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Pakistan capital braces for Islamist march

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Islamabad (AFP)

Schools were shuttered and entry points to Islamabad sealed off Thursday as thousands of Islamist protesters aiming to unseat the government converged on the Pakistan capital.

Police and paramilitary troops used shipping containers to block several major traffic arteries between the capital and the neighbouring city of Rawalpindi ahead of the march, causing traffic jams and frustrating commuters.

"The main entry points were closed to ensure the safety of the citizens and government offices," Islamabad police spokesperson Zia Bajwa told AFP, saying a 17,000-strong force was overseeing security in the capital.

The "Azadi (Freedom) March" is led by Prime Minister Imran Khan's long-time rival Maulana Fazlur Rehman, who heads the Jamiat Ulema-e-Islam (JUI-F), one of the country’s largest Islamist parties.

The march represents the first major challenge to Prime Minister Imran Khan's government as his administration battles rising public anger over a faltering economy and double-digit inflation.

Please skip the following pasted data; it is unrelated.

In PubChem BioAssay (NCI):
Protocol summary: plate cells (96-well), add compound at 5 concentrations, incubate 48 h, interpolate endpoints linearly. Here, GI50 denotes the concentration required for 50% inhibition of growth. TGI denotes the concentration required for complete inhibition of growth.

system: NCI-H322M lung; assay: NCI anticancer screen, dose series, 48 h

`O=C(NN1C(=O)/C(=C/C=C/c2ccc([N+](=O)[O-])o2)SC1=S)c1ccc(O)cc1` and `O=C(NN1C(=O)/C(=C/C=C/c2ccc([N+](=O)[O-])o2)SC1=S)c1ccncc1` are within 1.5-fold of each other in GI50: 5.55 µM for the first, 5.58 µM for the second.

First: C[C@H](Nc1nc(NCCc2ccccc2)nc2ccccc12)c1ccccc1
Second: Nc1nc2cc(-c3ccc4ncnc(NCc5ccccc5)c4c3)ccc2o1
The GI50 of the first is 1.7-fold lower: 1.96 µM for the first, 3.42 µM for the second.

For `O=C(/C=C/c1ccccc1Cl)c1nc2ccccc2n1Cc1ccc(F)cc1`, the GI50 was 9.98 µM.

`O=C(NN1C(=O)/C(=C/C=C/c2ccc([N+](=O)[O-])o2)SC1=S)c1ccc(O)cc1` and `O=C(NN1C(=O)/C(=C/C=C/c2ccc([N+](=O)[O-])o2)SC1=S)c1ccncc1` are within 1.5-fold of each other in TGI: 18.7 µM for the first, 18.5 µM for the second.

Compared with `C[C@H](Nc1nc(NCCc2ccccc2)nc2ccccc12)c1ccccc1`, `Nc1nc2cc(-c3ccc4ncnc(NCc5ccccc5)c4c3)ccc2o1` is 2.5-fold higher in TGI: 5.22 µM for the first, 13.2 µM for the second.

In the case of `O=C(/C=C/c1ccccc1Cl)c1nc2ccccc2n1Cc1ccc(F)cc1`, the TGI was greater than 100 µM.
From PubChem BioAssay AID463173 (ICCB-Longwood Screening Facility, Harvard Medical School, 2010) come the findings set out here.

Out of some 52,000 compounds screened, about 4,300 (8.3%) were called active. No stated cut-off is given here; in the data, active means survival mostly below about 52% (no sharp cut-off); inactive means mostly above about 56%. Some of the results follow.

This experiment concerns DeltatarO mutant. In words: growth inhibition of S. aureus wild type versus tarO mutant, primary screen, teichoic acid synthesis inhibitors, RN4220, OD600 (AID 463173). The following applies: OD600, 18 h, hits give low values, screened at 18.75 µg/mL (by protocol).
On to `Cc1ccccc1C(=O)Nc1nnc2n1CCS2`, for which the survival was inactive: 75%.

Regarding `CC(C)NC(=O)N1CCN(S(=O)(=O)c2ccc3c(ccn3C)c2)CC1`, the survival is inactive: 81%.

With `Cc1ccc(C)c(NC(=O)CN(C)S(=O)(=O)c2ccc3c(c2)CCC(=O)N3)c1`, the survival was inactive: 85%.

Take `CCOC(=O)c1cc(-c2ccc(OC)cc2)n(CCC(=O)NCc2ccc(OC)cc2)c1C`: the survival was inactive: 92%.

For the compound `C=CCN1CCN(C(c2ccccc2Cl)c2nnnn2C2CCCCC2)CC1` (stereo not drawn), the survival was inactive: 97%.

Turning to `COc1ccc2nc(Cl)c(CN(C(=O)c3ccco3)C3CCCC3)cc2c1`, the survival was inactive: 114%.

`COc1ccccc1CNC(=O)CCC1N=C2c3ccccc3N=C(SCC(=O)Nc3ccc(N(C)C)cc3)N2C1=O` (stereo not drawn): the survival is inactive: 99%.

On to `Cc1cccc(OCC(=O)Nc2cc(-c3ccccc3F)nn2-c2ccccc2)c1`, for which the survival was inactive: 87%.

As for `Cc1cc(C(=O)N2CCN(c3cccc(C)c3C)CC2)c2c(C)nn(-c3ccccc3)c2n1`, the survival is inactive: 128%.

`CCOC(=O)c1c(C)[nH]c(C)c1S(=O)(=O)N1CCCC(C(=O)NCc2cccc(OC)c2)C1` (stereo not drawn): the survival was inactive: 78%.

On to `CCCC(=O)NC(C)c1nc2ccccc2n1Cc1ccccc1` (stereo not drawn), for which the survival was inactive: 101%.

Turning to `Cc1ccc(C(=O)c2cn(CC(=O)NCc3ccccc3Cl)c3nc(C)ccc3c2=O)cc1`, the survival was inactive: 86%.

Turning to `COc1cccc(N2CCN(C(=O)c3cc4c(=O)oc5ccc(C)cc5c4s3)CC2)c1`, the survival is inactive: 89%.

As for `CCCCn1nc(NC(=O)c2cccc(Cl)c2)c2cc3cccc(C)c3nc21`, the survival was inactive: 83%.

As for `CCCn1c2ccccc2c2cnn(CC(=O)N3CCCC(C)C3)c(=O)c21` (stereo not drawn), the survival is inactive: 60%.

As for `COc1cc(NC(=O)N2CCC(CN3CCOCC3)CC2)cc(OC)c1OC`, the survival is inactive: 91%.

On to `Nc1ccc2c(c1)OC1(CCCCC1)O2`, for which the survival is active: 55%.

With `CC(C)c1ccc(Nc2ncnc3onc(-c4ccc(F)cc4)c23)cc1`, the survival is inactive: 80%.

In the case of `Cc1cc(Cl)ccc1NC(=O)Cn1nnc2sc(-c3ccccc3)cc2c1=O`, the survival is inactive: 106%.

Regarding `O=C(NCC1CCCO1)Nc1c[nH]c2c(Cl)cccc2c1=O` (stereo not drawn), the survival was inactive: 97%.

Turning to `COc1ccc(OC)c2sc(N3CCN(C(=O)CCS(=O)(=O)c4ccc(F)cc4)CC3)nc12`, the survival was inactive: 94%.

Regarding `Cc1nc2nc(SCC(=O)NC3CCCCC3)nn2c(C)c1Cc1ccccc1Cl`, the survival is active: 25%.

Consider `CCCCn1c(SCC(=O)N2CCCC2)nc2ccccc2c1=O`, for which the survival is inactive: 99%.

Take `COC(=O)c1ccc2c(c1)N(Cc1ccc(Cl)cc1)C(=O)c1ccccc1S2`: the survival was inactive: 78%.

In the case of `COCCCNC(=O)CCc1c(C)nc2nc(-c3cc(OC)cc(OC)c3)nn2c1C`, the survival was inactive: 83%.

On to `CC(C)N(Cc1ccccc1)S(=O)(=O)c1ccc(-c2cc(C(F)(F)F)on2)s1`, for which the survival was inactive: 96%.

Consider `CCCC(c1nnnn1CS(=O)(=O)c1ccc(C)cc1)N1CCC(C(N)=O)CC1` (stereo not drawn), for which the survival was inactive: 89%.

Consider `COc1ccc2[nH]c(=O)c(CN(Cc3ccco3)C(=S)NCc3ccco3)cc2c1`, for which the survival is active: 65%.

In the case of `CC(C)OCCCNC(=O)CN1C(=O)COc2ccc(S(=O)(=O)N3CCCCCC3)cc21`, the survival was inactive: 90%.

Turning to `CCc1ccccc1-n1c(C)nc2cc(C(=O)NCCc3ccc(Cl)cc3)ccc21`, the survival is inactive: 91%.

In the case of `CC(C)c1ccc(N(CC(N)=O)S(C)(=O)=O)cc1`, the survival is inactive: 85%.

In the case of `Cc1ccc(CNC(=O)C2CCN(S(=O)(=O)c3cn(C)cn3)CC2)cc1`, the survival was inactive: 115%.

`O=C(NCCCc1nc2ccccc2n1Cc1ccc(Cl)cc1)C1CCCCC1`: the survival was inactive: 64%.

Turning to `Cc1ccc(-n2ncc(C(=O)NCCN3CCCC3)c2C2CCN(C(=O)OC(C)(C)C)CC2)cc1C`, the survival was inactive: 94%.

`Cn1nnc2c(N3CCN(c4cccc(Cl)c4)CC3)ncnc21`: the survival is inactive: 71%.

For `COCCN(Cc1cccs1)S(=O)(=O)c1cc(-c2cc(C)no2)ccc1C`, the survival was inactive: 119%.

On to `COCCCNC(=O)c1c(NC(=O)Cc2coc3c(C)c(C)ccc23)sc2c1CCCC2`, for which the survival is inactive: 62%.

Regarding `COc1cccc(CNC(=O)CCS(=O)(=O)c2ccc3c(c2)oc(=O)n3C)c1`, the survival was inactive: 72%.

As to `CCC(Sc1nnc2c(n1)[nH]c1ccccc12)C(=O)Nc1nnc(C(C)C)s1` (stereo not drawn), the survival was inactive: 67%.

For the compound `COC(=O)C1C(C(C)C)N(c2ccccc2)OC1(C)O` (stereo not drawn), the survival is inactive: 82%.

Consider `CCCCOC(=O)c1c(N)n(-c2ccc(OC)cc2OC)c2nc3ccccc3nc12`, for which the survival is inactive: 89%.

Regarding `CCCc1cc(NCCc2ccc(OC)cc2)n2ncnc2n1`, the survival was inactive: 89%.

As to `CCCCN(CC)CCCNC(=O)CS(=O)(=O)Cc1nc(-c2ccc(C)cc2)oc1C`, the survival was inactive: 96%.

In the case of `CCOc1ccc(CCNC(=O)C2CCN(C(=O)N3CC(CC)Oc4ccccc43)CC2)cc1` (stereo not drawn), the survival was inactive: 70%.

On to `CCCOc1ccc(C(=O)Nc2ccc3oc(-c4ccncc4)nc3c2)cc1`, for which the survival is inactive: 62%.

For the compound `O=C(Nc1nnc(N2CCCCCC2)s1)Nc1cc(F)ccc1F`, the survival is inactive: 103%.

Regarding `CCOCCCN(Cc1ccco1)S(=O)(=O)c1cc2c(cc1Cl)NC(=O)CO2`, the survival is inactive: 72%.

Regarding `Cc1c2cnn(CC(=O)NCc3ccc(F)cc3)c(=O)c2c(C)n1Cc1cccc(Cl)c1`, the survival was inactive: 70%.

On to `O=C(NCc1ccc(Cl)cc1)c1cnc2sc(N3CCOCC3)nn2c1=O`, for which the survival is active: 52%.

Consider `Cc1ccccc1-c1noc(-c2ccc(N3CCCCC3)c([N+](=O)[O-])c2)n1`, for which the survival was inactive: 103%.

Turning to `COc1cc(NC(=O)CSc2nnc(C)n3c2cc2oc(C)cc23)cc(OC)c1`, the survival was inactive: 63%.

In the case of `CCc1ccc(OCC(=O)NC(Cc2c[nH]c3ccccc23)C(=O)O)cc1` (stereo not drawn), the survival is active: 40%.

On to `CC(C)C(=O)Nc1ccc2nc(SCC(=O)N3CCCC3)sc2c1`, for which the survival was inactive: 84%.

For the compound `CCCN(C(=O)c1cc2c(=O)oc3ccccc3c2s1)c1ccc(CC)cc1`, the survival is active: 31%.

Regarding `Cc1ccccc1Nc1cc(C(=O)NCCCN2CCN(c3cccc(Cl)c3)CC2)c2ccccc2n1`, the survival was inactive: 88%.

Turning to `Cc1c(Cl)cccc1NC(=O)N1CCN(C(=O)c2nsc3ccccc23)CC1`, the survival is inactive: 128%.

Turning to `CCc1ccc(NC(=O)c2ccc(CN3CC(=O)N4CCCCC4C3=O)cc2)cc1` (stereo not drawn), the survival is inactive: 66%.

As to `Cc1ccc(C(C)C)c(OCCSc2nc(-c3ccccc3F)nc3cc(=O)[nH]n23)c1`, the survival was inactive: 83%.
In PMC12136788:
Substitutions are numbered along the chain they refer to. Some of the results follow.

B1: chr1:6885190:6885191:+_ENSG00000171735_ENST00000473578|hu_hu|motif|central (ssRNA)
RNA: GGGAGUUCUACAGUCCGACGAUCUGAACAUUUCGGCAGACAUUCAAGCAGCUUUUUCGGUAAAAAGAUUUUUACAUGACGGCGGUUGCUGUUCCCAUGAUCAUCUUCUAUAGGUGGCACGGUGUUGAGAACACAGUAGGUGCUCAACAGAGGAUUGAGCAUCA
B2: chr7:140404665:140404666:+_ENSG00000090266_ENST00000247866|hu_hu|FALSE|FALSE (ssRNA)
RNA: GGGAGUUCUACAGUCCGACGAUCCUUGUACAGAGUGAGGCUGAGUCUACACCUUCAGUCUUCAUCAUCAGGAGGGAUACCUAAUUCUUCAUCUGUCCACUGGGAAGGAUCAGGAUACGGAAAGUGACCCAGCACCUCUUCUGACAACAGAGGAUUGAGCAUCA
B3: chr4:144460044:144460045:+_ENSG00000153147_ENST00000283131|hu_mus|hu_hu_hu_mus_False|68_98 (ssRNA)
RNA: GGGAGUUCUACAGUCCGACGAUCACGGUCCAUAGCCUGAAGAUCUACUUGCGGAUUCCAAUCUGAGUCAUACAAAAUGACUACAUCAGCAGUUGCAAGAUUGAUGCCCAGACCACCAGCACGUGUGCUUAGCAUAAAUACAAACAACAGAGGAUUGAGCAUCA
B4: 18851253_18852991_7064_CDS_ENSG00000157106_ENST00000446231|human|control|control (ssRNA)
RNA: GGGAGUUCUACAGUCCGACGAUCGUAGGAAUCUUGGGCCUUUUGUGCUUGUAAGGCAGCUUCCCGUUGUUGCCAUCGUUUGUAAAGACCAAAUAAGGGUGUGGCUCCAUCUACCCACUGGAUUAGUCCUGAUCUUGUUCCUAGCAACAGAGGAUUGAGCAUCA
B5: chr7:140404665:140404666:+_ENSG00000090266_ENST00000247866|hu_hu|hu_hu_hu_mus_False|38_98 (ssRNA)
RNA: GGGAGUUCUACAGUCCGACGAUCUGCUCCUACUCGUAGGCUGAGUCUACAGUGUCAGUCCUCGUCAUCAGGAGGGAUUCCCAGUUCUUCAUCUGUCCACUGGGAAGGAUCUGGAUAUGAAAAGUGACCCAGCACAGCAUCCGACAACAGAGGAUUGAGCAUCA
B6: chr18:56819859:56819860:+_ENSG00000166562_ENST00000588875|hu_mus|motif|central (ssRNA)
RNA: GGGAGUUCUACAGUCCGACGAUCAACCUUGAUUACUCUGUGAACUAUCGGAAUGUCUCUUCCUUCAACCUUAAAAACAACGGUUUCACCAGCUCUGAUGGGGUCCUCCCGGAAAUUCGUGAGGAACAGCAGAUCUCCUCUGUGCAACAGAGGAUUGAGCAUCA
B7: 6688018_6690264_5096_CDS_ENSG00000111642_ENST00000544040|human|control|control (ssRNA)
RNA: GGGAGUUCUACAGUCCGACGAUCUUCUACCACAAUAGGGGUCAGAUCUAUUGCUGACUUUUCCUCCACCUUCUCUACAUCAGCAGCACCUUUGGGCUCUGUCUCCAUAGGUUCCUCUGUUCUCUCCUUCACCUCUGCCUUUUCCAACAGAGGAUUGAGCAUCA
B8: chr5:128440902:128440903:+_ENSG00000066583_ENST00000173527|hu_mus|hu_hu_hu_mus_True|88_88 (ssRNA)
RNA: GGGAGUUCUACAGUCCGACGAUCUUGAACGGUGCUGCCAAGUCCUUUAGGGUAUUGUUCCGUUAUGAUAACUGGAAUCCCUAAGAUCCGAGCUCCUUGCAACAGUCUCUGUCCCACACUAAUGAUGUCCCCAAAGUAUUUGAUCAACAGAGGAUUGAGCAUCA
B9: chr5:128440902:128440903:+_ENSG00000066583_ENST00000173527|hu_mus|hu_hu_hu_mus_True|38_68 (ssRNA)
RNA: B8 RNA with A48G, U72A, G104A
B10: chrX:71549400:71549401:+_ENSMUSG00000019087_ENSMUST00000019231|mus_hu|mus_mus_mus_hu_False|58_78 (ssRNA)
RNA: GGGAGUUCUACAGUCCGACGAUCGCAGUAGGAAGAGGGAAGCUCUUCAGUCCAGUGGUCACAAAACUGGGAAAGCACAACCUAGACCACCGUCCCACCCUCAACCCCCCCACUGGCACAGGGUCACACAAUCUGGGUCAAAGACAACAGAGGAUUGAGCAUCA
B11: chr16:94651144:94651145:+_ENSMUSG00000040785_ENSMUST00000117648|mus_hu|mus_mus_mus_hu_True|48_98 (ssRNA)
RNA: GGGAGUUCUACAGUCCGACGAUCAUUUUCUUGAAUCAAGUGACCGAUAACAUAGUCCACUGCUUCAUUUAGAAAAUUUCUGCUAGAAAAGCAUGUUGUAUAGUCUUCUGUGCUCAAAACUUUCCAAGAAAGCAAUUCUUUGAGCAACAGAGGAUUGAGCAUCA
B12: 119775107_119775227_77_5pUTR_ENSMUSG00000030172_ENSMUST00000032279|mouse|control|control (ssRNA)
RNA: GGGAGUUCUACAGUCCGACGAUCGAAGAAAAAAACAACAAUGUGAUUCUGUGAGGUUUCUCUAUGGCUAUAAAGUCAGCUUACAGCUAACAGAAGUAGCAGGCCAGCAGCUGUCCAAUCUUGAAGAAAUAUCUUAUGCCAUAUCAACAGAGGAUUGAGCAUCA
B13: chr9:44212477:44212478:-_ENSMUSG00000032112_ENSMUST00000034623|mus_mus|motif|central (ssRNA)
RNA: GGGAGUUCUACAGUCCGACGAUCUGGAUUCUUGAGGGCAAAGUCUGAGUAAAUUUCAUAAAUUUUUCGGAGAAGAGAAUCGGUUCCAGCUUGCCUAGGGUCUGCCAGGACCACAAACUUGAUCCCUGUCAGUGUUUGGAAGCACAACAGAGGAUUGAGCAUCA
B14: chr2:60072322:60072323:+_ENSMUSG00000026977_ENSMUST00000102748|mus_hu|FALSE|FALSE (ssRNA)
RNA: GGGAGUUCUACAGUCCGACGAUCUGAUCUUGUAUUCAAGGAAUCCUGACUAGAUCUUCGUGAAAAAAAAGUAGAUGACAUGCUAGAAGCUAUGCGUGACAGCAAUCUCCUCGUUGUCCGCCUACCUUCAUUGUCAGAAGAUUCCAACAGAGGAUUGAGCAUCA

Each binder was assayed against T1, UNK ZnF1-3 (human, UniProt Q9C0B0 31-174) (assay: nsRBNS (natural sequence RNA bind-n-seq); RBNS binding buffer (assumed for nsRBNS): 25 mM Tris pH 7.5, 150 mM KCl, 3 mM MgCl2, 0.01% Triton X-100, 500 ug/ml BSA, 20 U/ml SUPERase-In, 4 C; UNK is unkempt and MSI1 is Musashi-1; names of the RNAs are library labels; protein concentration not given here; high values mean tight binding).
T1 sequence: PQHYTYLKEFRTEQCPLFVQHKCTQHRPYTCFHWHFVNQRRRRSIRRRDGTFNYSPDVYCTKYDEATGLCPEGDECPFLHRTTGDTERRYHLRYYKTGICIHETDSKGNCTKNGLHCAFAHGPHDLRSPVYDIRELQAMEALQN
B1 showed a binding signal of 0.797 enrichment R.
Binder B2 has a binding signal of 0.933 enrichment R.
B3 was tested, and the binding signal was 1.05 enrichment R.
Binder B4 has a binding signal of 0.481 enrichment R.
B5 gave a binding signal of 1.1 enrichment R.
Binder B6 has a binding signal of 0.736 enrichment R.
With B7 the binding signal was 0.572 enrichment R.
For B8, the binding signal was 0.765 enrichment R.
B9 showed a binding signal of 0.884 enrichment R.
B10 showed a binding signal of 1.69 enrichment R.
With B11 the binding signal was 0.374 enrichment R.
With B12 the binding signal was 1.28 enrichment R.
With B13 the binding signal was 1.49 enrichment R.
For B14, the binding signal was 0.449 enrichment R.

Rehman and thousands of supporters departed Jhelum district -- some 126 kilometres (78 miles) east of the capital Islamabad -- earlier Thursday, party spokesman Abdul Jalil Jan told AFP.

A second group was due to leave from the northwestern city of Peshawar en route to the capital, where the two convoys would converge late Thursday evening.

JUI-F said Rehman would then oversee Friday prayers with the protesters before launching a demonstration in the capital.

The cleric insists that Khan needs to be removed from office, and a new "free and fair" election held.

However, the group has remained vague about what tactics they plan to use.

Ahead of the march, social media users panned Rehman and his followers over their refusal to allow women to participate, questioning their commitment to democratic principles.

"Looking at the 'Azadi March' from afar, one thing is clear to me. In the democracy that Maulana sahib is (fighting) for, women would have no place," tweeted Marvi Sirmad.

"Ask yourselves dear democrats, do we want THIS?"

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